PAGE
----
November 4 2022
This week has again been dominated by central bank actions. Here in the UK, we had the Bank of England working busily. Firstly they auctioned their first tranche of government bonds as they looked to reduce their balance sheet holding of £838bn. They sold £750m of gilts which had a remaining maturity of between three and seven years. The auction had very little impact on gilt yields, and in a sign that demand is high for higher yielding fixed interest, investors bid for 3.26 times the amount which was up for grabs. This was the first auction of many, with the Bank looking to sell £6bn of gilts across eight auctions during November and December.
On Thursday we then had the MPC announce their interest rate decision where, as expected, the base rate rose by 0.75% to 3%. This is the highest level which we have seen in 14 years and signals the Banks intent to tackle inflation. Despite the move of this magnitude, they were however quick to point out that they believe the terminal rate currently being priced into markets was too high. Ahead of the meeting the market had been pricing in a peak of around 5.25%. The peak is now forecast to be somewhere between 4.25% and 4.5%, although as we have seen, this is subject to change, a change which can be material.
The Bank now forecast inflation to peak at 10.9% before falling back to target over a three year window. The length of the window suggests that inflation in some parts of the economy may prove a little stickier than others.
Perhaps the starkest warnings however came regarding the economy. They forecast the outlook to be very challenging. Some forecasts suggest that the UK is already in recession and the GDP could decline for eight consecutive quarters, taking us to the middle of 2024. They also forecast that unemployment will rise from 3.5% to 6.4%, something that will help them bring inflation under control.
Higher interest rates could also potentially take their toll on the UK housing market. Lloyds Bank forecast that house prices will fall by 7.9% in 2023 and 0.5% in 2024, before picking up again in 2025. In a severe economic slump they forecast a fall of 17.9% in 2023 and could continue falling until 2026. The worst case scenario from the Nationwide meanwhile has house prices falling by up to 30%.
In the US the Federal Reserve also met to set interest rate policy. They also moved in line with expectations, with a base rate hike of 0.75% to a new range of 3.75% to 4%. Initially the market reacted positively to the statement released, interpreting it to be a little more dovish than anticipated. Chair Powell however was a lot more hawkish than anticipated and the equity market reacted rather negatively to what he had to say. To use a football analogy, it was a game of two halves.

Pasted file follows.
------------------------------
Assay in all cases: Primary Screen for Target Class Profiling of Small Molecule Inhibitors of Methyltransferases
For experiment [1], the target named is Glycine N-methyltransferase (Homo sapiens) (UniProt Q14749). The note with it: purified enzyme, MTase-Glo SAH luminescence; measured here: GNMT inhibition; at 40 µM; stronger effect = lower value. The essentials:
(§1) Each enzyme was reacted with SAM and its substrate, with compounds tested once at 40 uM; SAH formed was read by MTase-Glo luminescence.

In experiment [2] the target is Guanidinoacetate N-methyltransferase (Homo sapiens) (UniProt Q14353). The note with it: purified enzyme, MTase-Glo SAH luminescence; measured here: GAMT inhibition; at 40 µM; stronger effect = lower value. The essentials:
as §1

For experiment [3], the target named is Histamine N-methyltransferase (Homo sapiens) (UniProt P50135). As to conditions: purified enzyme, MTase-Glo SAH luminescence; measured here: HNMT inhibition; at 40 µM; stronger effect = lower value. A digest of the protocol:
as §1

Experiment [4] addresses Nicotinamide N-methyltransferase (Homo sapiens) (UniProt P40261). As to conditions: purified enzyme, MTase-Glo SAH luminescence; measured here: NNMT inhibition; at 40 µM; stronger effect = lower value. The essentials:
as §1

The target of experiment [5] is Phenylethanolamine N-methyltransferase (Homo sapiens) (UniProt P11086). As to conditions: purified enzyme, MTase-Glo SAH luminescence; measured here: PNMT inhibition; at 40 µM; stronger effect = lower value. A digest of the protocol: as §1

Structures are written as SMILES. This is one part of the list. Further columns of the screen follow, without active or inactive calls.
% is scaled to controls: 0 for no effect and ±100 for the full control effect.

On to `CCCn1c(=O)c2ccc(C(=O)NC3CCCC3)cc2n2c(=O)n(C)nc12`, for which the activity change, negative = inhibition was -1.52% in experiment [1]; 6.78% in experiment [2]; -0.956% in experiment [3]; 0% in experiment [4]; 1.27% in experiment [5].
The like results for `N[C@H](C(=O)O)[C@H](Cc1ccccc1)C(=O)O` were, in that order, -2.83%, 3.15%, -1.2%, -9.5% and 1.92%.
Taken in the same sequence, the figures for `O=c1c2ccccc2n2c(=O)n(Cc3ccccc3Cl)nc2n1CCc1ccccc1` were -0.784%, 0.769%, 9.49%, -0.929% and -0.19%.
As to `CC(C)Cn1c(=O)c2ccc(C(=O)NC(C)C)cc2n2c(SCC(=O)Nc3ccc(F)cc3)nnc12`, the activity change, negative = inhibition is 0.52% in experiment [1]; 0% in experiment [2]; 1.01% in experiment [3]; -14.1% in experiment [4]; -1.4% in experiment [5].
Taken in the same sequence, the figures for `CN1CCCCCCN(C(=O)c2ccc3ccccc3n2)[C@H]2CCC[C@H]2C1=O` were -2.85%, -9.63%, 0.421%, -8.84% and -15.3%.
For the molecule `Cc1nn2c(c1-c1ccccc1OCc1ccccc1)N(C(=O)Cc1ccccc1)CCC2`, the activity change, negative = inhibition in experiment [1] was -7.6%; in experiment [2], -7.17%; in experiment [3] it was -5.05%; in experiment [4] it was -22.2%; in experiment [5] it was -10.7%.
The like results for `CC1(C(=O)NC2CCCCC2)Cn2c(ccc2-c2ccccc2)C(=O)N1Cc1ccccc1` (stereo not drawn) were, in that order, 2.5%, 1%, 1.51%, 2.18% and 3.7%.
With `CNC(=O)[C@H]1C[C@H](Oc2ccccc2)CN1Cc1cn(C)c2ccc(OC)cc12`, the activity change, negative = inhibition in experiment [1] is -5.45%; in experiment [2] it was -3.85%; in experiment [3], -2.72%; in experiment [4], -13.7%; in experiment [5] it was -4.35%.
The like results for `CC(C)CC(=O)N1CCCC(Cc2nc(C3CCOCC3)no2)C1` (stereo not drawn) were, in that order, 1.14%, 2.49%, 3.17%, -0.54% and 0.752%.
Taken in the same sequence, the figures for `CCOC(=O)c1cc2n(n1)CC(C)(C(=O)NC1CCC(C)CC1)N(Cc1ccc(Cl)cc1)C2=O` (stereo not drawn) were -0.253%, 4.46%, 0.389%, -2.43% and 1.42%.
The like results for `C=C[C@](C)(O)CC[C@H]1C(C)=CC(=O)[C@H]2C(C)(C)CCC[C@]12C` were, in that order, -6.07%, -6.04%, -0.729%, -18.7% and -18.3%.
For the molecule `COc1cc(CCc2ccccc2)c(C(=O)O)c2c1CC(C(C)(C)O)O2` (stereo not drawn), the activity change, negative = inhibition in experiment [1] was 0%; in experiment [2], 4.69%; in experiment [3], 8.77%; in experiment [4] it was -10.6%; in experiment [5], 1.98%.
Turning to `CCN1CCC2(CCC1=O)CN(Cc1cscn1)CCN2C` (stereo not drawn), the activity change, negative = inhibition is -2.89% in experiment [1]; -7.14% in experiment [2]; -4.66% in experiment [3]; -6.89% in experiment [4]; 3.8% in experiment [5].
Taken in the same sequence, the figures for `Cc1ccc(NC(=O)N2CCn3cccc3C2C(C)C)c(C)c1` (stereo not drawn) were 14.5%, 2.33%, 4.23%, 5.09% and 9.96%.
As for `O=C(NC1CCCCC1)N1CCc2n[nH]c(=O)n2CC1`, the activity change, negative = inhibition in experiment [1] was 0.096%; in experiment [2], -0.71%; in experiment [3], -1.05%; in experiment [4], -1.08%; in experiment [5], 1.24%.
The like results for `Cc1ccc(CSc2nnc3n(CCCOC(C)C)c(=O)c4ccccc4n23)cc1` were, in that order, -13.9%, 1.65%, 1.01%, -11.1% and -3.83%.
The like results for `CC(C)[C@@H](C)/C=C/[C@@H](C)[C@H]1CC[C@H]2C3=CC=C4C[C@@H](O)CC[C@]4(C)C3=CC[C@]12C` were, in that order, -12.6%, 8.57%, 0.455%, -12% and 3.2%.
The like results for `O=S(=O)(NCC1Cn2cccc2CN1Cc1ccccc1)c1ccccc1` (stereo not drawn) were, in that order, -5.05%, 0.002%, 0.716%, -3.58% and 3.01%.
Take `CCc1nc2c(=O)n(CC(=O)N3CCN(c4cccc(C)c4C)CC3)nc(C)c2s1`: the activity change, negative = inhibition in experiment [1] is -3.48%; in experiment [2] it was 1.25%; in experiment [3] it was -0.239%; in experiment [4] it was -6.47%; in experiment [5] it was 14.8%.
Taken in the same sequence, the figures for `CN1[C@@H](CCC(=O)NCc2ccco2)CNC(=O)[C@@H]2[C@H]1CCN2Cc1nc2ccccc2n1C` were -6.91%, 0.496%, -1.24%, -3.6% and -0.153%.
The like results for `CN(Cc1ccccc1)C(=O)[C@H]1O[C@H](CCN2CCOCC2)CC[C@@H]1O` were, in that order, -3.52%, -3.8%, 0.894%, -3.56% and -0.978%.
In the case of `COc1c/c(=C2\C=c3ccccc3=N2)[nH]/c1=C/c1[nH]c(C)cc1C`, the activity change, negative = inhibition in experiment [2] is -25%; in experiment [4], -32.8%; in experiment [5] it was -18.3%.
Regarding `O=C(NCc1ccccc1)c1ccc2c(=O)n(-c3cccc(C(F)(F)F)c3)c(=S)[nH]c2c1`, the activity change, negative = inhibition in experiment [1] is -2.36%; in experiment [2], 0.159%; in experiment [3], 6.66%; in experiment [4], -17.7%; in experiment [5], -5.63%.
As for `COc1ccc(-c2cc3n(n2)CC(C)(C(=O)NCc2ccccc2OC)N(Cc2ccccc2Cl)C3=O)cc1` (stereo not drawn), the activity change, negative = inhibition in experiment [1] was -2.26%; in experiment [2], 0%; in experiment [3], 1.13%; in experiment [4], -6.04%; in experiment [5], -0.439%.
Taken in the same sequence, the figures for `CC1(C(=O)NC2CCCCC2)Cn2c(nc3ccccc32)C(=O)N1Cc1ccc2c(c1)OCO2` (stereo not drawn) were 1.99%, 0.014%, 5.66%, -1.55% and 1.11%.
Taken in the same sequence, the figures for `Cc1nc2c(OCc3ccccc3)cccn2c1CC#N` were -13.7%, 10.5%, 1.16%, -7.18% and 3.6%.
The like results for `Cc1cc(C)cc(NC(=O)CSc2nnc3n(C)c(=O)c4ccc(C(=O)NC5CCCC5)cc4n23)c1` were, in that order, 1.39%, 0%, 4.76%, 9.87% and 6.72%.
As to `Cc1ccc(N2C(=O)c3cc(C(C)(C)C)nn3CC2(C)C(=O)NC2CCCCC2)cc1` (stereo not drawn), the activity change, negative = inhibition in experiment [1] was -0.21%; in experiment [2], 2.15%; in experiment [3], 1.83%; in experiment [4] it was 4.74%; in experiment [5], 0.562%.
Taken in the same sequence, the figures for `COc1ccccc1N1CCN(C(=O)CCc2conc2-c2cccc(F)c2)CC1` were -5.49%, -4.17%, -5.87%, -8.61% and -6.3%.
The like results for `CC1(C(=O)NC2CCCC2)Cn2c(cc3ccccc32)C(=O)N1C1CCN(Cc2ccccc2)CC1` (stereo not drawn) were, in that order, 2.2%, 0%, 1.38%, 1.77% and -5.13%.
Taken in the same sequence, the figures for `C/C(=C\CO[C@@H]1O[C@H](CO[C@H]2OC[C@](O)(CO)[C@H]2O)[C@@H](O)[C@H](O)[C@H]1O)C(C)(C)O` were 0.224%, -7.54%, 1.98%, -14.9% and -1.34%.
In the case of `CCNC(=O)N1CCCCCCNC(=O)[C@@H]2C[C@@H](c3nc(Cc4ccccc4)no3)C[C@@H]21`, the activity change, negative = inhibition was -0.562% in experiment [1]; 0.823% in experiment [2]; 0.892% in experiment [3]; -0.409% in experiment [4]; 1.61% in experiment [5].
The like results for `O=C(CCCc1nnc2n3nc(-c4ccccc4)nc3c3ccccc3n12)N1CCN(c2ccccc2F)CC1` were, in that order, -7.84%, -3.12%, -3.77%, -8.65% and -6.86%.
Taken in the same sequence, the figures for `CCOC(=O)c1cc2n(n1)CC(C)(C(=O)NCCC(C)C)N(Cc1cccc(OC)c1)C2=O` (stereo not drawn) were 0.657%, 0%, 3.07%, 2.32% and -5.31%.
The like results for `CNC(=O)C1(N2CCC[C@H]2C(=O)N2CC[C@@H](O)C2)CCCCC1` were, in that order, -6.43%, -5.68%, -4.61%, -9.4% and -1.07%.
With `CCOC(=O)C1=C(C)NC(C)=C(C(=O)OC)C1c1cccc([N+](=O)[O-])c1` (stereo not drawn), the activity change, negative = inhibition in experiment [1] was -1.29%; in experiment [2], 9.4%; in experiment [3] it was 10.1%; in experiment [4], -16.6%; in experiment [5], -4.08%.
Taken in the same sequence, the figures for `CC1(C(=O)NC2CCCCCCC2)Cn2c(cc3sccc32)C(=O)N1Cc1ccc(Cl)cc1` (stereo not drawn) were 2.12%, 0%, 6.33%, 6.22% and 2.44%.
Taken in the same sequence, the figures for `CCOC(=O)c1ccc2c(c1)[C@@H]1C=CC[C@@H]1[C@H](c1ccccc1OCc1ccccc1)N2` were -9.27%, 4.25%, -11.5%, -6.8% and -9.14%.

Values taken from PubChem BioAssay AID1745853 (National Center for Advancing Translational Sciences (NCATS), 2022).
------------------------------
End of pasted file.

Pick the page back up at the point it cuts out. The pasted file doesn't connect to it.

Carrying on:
He made it clear, in no uncertain terms, that further rate hikes were to come. Although there was perhaps some leeway in terms of the size of future rate hikes it was made clear that they remain committed to going further. He also set clear that it was the ending peak rate that was more important than the number and size of future moves to get there. Statements including that it is “very premature to think or talk about pausing our rate hikes”, “we still have some ways to go and incoming data since our last meeting suggests that the ultimate level of interest rates will be higher than previously expected” coupled with “if we overtighten, we will be able to support economic activity with our tools” well and truly pushed back any expectation of a ‘Fed pivot’. The market is now pricing in a terminal rate of 5%, above the last dot plot median which indicated 4.5% to 4.75%.
The US Treasury 10 year-2 year yield curve is now at a level of inversion not seen since 1981. Whilst a yield curve inversion does not cause a recession it has been a very strong indicator that a one is on its way. It tends to be as the yield curve starts to steepen that we see the start of a recession officially recognised. Whilst a good indicator that one could be around the corner, it is a weak indicator as to when it will/could occur. Markets are likely to price in a recession well ahead of it being officially declared, however.
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